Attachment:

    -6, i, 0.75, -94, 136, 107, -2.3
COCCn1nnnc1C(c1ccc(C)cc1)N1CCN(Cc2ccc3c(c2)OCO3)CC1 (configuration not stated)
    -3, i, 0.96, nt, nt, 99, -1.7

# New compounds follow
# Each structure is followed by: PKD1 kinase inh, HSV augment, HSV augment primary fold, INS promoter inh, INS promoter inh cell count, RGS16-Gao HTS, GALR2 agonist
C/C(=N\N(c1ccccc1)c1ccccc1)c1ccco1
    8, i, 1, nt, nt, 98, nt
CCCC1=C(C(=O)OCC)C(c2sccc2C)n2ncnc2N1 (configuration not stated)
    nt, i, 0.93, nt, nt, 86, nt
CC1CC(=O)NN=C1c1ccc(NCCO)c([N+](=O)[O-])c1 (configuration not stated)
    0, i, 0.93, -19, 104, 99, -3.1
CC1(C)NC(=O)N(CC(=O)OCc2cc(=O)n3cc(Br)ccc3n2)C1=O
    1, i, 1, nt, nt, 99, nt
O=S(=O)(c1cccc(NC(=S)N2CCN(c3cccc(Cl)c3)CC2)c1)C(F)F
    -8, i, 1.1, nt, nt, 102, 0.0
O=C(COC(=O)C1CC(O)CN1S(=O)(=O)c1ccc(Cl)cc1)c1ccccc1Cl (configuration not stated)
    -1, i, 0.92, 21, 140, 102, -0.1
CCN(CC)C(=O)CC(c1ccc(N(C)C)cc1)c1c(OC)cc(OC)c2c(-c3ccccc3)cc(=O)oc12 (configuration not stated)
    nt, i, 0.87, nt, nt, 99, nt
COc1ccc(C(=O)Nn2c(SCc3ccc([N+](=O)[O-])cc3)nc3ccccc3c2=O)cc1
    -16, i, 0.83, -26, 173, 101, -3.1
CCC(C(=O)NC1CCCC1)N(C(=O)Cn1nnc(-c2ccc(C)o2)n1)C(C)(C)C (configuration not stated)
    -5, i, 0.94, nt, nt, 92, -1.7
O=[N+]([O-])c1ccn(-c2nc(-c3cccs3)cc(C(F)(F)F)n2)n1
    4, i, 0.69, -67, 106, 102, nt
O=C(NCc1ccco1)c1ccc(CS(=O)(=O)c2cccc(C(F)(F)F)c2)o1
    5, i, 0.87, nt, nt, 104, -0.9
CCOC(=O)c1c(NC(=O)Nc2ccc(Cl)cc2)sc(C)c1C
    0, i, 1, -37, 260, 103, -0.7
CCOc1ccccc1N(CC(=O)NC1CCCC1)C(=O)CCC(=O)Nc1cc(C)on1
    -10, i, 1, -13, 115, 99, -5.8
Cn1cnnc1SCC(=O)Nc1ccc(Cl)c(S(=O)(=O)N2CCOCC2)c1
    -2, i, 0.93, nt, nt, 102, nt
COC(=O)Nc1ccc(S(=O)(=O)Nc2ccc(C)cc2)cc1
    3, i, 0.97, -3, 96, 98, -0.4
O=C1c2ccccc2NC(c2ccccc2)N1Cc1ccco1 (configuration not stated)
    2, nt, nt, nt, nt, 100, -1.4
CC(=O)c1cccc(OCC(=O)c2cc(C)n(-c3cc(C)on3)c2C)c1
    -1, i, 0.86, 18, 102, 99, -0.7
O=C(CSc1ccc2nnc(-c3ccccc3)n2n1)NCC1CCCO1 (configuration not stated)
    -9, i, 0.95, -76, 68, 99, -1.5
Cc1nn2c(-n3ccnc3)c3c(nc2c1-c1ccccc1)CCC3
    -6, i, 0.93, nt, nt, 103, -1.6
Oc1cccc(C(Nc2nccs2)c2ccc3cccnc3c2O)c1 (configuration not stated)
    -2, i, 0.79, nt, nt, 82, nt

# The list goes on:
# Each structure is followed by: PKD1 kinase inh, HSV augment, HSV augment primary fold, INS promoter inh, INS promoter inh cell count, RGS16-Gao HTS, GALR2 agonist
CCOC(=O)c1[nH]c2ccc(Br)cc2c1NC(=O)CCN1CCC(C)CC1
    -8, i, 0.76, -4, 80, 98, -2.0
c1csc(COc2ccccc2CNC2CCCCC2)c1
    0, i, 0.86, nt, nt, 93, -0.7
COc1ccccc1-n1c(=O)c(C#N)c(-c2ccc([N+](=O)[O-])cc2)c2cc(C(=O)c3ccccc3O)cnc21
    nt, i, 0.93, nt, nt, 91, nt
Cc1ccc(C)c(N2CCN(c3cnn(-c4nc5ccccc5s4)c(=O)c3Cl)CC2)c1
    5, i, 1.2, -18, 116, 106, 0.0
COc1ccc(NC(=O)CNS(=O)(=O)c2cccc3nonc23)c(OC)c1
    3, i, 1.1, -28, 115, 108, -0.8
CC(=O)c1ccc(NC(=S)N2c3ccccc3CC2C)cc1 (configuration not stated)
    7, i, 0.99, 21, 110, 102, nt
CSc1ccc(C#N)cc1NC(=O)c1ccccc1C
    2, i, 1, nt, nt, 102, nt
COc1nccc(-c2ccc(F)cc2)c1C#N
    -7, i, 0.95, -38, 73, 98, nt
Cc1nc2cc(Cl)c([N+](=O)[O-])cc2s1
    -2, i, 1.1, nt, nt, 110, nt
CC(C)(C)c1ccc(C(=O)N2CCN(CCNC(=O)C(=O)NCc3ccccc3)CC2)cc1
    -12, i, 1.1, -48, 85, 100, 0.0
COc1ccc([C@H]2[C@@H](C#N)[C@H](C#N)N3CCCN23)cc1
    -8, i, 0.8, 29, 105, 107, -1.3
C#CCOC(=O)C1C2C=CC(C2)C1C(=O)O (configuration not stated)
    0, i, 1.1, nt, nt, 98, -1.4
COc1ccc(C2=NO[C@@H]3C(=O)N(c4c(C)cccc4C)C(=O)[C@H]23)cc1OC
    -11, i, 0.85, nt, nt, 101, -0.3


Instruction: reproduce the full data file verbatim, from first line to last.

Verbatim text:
    -6, i, 0.75, -94, 136, 107, -2.3
COCCn1nnnc1C(c1ccc(C)cc1)N1CCN(Cc2ccc3c(c2)OCO3)CC1 (configuration not stated)
    -3, i, 0.96, nt, nt, 99, -1.7

# New compounds follow
# Each structure is followed by: PKD1 kinase inh, HSV augment, HSV augment primary fold, INS promoter inh, INS promoter inh cell count, RGS16-Gao HTS, GALR2 agonist
C/C(=N\N(c1ccccc1)c1ccccc1)c1ccco1
    8, i, 1, nt, nt, 98, nt
CCCC1=C(C(=O)OCC)C(c2sccc2C)n2ncnc2N1 (configuration not stated)
    nt, i, 0.93, nt, nt, 86, nt
CC1CC(=O)NN=C1c1ccc(NCCO)c([N+](=O)[O-])c1 (configuration not stated)
    0, i, 0.93, -19, 104, 99, -3.1
CC1(C)NC(=O)N(CC(=O)OCc2cc(=O)n3cc(Br)ccc3n2)C1=O
    1, i, 1, nt, nt, 99, nt
O=S(=O)(c1cccc(NC(=S)N2CCN(c3cccc(Cl)c3)CC2)c1)C(F)F
    -8, i, 1.1, nt, nt, 102, 0.0
O=C(COC(=O)C1CC(O)CN1S(=O)(=O)c1ccc(Cl)cc1)c1ccccc1Cl (configuration not stated)
    -1, i, 0.92, 21, 140, 102, -0.1
CCN(CC)C(=O)CC(c1ccc(N(C)C)cc1)c1c(OC)cc(OC)c2c(-c3ccccc3)cc(=O)oc12 (configuration not stated)
    nt, i, 0.87, nt, nt, 99, nt
COc1ccc(C(=O)Nn2c(SCc3ccc([N+](=O)[O-])cc3)nc3ccccc3c2=O)cc1
    -16, i, 0.83, -26, 173, 101, -3.1
CCC(C(=O)NC1CCCC1)N(C(=O)Cn1nnc(-c2ccc(C)o2)n1)C(C)(C)C (configuration not stated)
    -5, i, 0.94, nt, nt, 92, -1.7
O=[N+]([O-])c1ccn(-c2nc(-c3cccs3)cc(C(F)(F)F)n2)n1
    4, i, 0.69, -67, 106, 102, nt
O=C(NCc1ccco1)c1ccc(CS(=O)(=O)c2cccc(C(F)(F)F)c2)o1
    5, i, 0.87, nt, nt, 104, -0.9
CCOC(=O)c1c(NC(=O)Nc2ccc(Cl)cc2)sc(C)c1C
    0, i, 1, -37, 260, 103, -0.7
CCOc1ccccc1N(CC(=O)NC1CCCC1)C(=O)CCC(=O)Nc1cc(C)on1
    -10, i, 1, -13, 115, 99, -5.8
Cn1cnnc1SCC(=O)Nc1ccc(Cl)c(S(=O)(=O)N2CCOCC2)c1
    -2, i, 0.93, nt, nt, 102, nt
COC(=O)Nc1ccc(S(=O)(=O)Nc2ccc(C)cc2)cc1
    3, i, 0.97, -3, 96, 98, -0.4
O=C1c2ccccc2NC(c2ccccc2)N1Cc1ccco1 (configuration not stated)
    2, nt, nt, nt, nt, 100, -1.4
CC(=O)c1cccc(OCC(=O)c2cc(C)n(-c3cc(C)on3)c2C)c1
    -1, i, 0.86, 18, 102, 99, -0.7
O=C(CSc1ccc2nnc(-c3ccccc3)n2n1)NCC1CCCO1 (configuration not stated)
    -9, i, 0.95, -76, 68, 99, -1.5
Cc1nn2c(-n3ccnc3)c3c(nc2c1-c1ccccc1)CCC3
    -6, i, 0.93, nt, nt, 103, -1.6
Oc1cccc(C(Nc2nccs2)c2ccc3cccnc3c2O)c1 (configuration not stated)
    -2, i, 0.79, nt, nt, 82, nt

# The list goes on:
# Each structure is followed by: PKD1 kinase inh, HSV augment, HSV augment primary fold, INS promoter inh, INS promoter inh cell count, RGS16-Gao HTS, GALR2 agonist
CCOC(=O)c1[nH]c2ccc(Br)cc2c1NC(=O)CCN1CCC(C)CC1
    -8, i, 0.76, -4, 80, 98, -2.0
c1csc(COc2ccccc2CNC2CCCCC2)c1
    0, i, 0.86, nt, nt, 93, -0.7
COc1ccccc1-n1c(=O)c(C#N)c(-c2ccc([N+](=O)[O-])cc2)c2cc(C(=O)c3ccccc3O)cnc21
    nt, i, 0.93, nt, nt, 91, nt
Cc1ccc(C)c(N2CCN(c3cnn(-c4nc5ccccc5s4)c(=O)c3Cl)CC2)c1
    5, i, 1.2, -18, 116, 106, 0.0
COc1ccc(NC(=O)CNS(=O)(=O)c2cccc3nonc23)c(OC)c1
    3, i, 1.1, -28, 115, 108, -0.8
CC(=O)c1ccc(NC(=S)N2c3ccccc3CC2C)cc1 (configuration not stated)
    7, i, 0.99, 21, 110, 102, nt
CSc1ccc(C#N)cc1NC(=O)c1ccccc1C
    2, i, 1, nt, nt, 102, nt
COc1nccc(-c2ccc(F)cc2)c1C#N
    -7, i, 0.95, -38, 73, 98, nt
Cc1nc2cc(Cl)c([N+](=O)[O-])cc2s1
    -2, i, 1.1, nt, nt, 110, nt
CC(C)(C)c1ccc(C(=O)N2CCN(CCNC(=O)C(=O)NCc3ccccc3)CC2)cc1
    -12, i, 1.1, -48, 85, 100, 0.0
COc1ccc([C@H]2[C@@H](C#N)[C@H](C#N)N3CCCN23)cc1
    -8, i, 0.8, 29, 105, 107, -1.3
C#CCOC(=O)C1C2C=CC(C2)C1C(=O)O (configuration not stated)
    0, i, 1.1, nt, nt, 98, -1.4
COc1ccc(C2=NO[C@@H]3C(=O)N(c4c(C)cccc4C)C(=O)[C@H]23)cc1OC
    -11, i, 0.85, nt, nt, 101, -0.3